The corella flocks have been allowed to increase to plague proportions and now are the largest group of birds seen in Australia.With farm lands supplying seed and water in abundance, it has seen the flocks grow to an estimated 100.000 in South Australia, with even more in the other states.
They are now at a plague level, destroying trees, eroding river banks, polluting water ways, and most importantly driving other animal and bird species to the point of extinction. The destruction and removal of other bird and animal breading sites is lowering the breeding numbers of Nankeen Night Heron, Rosellas, Frogmouths, Kookaburra etc. The sheer numbers are scaring away many species. They also take nesting places normally used by other birds. The destruction, de-leafing of eucalypts has seen Koala trails decimated, and many ancient trees may never recover. In Old Noarlunga the flock sizes have now reached in excess of 22,000 roosting in the adjacent national park at night. The health issues with such huge amount of feathers, dust and faeces are putting our children and elderly at risk with lung and bird carried illnesses. The erosion and digging into the river banks by vast numbers has seen the river in-filled to a point flood risk is now high. The river has gone from some twenty feet deep to the now approximately eight feet deep due to the silting and leaf/bark pruning by the corellas.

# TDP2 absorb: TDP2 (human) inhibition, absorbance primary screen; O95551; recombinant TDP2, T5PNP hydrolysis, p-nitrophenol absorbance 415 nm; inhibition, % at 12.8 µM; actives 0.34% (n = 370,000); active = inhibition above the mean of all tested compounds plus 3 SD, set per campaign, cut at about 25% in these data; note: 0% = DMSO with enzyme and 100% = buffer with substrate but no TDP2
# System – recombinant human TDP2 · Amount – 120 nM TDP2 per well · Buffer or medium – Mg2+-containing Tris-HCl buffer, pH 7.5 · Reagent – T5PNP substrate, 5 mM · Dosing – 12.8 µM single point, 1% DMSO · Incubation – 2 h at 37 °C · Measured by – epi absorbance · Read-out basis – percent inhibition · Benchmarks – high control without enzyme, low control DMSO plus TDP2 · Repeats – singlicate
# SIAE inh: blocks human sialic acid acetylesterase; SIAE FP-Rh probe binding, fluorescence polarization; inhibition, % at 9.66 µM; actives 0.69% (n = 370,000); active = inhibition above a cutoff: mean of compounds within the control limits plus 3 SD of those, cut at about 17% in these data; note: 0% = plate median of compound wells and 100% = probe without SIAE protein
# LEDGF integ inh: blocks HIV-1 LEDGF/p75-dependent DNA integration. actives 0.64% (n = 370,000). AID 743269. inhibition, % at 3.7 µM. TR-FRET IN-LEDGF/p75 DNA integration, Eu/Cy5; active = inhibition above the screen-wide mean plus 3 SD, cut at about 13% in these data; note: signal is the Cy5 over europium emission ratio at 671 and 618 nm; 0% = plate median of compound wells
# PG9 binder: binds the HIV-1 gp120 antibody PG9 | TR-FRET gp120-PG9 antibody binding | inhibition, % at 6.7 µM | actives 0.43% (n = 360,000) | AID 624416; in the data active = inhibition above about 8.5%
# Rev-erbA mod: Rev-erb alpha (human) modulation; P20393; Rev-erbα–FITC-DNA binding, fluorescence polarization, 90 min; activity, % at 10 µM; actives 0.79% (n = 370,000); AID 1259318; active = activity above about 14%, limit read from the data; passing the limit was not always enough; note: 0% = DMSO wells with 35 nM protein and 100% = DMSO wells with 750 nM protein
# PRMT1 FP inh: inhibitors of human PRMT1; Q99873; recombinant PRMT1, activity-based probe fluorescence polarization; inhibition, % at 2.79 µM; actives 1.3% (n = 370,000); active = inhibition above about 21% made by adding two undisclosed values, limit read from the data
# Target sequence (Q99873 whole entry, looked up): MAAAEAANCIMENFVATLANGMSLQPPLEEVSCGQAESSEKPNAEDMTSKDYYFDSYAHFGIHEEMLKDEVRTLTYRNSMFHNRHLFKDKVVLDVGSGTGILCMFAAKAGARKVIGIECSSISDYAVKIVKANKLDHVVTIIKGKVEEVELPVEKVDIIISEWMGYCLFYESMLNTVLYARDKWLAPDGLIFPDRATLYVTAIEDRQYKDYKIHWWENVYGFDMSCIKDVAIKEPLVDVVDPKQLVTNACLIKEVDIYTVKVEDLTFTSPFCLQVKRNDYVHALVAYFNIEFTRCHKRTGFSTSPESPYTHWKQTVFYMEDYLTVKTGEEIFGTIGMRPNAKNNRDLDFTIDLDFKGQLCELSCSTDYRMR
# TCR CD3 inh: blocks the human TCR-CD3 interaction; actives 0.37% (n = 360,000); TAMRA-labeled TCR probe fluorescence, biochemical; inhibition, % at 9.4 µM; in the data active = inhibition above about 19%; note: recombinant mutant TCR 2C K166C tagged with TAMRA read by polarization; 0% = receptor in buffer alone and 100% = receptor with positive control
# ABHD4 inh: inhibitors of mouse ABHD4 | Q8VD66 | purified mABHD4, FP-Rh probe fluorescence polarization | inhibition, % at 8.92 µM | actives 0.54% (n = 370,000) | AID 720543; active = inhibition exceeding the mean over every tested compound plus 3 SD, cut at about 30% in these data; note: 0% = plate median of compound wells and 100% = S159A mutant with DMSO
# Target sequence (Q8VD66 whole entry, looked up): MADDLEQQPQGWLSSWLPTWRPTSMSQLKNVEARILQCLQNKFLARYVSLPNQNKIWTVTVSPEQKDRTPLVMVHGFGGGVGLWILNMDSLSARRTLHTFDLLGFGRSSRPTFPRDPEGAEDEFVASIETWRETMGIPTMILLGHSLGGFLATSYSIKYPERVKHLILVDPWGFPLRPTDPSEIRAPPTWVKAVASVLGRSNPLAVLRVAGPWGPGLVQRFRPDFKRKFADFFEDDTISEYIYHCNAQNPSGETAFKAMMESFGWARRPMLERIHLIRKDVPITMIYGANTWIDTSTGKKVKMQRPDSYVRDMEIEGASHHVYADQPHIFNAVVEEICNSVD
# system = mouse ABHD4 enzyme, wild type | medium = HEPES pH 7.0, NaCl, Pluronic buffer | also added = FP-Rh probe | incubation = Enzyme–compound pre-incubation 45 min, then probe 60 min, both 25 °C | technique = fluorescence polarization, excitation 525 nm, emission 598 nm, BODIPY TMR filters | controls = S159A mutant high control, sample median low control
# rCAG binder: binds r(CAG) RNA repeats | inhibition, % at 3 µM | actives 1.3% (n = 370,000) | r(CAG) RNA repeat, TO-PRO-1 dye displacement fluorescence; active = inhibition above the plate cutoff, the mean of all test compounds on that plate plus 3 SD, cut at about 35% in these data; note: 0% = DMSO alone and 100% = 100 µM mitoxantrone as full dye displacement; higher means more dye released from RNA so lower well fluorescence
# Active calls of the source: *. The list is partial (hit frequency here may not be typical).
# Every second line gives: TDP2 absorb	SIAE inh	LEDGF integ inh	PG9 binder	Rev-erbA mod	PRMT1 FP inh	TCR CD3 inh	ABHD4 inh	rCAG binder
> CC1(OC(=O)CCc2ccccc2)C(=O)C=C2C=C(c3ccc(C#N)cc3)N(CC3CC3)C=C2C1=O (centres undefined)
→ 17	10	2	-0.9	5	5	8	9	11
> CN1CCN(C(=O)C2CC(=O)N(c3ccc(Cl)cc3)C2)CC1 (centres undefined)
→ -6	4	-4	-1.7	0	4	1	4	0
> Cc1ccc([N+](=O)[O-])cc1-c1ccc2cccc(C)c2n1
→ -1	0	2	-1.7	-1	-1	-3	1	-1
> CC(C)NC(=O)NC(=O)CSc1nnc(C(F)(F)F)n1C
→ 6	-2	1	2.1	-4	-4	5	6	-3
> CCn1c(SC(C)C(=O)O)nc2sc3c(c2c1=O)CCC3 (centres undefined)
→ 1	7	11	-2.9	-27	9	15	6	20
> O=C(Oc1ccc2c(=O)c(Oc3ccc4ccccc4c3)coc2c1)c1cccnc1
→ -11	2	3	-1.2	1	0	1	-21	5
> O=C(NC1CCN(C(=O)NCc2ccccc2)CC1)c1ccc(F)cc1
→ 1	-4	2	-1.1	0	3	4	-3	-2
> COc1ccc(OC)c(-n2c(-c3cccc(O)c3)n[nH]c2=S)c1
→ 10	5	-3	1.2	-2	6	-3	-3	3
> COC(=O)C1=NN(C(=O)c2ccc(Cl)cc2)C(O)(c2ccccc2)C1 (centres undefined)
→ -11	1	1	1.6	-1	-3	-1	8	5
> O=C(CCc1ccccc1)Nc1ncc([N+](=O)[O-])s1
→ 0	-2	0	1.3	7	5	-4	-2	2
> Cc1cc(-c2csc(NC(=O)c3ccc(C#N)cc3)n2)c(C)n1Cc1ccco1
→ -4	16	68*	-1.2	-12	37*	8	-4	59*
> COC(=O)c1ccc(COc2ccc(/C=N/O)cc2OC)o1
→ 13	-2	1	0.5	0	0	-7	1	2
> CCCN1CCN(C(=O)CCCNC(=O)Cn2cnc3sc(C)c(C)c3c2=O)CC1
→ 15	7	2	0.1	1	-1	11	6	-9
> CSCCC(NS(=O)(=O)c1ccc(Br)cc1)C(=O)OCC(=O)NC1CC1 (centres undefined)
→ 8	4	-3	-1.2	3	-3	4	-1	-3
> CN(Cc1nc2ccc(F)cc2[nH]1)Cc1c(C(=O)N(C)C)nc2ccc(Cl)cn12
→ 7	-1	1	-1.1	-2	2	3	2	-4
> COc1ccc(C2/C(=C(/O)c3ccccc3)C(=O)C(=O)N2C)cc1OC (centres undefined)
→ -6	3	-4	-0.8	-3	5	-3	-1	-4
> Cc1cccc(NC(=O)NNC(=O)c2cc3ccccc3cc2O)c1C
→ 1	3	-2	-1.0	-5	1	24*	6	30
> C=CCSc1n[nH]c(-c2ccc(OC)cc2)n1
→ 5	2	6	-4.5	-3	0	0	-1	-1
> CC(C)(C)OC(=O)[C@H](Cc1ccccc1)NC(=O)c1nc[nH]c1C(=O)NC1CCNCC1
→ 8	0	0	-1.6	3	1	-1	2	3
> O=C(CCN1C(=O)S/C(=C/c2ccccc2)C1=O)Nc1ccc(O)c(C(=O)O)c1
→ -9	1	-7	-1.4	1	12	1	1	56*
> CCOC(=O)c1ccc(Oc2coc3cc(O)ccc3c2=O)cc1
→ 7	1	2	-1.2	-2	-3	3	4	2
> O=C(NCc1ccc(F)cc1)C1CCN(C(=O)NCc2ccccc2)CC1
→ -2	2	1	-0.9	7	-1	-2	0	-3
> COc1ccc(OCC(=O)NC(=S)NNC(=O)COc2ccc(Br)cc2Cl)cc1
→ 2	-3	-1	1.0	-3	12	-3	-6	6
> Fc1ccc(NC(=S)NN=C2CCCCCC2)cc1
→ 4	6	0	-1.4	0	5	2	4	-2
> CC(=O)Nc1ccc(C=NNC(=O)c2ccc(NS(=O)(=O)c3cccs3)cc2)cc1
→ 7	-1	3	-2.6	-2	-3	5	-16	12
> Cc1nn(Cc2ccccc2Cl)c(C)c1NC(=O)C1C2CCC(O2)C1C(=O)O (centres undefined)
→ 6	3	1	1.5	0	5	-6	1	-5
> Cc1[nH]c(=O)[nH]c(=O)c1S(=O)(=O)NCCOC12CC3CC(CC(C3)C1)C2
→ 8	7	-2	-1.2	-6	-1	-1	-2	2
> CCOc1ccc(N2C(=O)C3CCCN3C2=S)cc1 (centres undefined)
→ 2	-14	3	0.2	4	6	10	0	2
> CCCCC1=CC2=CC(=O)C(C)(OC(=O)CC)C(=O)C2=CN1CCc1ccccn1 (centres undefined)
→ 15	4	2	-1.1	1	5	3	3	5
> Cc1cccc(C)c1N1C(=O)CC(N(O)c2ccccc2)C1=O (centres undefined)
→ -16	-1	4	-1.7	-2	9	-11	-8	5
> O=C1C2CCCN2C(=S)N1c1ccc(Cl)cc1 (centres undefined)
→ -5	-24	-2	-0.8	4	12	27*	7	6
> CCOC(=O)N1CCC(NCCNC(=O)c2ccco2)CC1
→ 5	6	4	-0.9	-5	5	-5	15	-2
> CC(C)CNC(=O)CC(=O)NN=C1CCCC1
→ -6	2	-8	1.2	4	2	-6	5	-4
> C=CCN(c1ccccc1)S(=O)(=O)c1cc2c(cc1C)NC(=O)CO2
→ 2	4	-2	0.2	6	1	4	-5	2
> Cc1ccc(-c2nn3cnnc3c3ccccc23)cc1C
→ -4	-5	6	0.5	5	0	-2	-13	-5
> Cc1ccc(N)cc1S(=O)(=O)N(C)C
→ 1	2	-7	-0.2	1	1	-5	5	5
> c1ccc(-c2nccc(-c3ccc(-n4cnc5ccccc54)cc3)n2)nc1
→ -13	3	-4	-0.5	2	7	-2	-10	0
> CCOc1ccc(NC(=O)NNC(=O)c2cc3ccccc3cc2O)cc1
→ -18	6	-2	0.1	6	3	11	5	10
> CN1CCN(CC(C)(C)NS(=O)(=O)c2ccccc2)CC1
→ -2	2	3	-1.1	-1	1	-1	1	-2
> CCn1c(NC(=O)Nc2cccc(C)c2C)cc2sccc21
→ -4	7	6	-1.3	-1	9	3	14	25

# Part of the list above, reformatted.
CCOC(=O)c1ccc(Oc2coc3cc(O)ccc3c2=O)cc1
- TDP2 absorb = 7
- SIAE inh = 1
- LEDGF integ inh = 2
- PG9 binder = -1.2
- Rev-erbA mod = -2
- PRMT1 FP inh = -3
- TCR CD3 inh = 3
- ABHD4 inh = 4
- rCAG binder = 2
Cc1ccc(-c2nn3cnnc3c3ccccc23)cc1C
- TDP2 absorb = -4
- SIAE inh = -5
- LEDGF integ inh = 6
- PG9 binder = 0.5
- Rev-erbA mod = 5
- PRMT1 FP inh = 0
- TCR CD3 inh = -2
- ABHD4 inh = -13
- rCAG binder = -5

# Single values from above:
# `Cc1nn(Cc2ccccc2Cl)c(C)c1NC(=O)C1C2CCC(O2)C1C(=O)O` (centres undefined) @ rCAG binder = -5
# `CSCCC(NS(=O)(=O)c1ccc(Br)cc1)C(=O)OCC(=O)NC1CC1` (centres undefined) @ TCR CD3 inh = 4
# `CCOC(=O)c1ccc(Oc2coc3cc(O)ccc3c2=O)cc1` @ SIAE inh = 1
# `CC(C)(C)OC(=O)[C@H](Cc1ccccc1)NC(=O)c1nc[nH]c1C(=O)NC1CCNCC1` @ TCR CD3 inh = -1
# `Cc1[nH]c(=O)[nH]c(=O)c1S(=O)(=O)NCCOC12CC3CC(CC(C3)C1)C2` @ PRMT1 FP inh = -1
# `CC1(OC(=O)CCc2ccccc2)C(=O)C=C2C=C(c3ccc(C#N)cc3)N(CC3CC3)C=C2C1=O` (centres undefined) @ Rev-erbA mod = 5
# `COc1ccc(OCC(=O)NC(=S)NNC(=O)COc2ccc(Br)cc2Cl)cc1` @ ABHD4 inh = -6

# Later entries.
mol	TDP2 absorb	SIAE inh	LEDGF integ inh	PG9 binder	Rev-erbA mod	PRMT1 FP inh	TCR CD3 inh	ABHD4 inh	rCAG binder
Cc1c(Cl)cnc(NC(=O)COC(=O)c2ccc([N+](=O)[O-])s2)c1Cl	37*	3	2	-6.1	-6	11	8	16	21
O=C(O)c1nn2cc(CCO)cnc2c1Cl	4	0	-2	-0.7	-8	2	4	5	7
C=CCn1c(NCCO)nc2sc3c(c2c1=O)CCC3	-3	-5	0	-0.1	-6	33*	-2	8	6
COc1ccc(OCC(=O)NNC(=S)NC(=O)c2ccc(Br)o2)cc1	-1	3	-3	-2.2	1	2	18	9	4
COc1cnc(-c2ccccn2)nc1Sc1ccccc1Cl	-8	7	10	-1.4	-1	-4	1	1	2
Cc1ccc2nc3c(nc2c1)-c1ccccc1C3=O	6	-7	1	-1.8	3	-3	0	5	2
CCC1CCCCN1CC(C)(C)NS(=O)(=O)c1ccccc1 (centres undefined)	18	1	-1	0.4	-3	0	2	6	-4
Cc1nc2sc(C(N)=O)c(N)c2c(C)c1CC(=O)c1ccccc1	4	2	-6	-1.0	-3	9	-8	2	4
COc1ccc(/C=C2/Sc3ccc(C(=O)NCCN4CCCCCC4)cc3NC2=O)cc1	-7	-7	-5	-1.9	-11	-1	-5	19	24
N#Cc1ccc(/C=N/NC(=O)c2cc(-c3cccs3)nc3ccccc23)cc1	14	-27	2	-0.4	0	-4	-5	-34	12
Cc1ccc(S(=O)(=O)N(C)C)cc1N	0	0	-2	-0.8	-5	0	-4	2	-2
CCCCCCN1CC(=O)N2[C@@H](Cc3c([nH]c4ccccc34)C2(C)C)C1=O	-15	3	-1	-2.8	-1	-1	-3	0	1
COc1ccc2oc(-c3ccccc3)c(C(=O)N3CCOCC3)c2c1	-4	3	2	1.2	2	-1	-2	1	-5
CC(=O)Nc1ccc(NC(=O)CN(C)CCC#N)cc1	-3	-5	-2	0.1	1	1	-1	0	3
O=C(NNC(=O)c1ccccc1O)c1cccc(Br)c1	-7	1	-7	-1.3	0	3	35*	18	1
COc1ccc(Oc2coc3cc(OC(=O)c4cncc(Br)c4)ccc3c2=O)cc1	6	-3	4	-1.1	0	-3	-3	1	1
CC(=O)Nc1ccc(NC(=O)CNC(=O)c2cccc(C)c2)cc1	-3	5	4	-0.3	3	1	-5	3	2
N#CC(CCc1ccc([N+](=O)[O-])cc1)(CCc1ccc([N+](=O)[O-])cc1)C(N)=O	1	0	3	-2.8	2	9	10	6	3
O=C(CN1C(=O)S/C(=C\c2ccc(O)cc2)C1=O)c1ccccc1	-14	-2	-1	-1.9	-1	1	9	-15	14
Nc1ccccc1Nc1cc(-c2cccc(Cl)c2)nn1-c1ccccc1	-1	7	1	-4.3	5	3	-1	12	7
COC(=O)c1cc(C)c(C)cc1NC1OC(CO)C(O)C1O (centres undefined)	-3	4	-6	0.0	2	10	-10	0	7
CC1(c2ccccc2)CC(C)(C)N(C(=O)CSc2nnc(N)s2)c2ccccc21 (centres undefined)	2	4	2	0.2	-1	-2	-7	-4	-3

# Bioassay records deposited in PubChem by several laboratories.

Houses that are built on the banks have seen over a metre disappear in two years, and each metre puts at risk the homes. The river pollution has seen the whole riparian system changed and warning signs placed along the river as to bathing and the eating of fish. The corellas started in large numbers in the late 1990's and were rarely seen with flocks over a couple of hundred before that.
In the last ten years the flocks have been able to increase to the numbers seen today because of the supply by man of food (seed/grain) and water. Natural breeding numbers used to be inhibited by food availability until huge areas of land were opened up for cropping by farmers. This is a man made disaster and it's up to man to come up with effective management of the problem, as quickly as possible before even more harm is done.
For updated information on the Corella issue, please see our Newsletter page.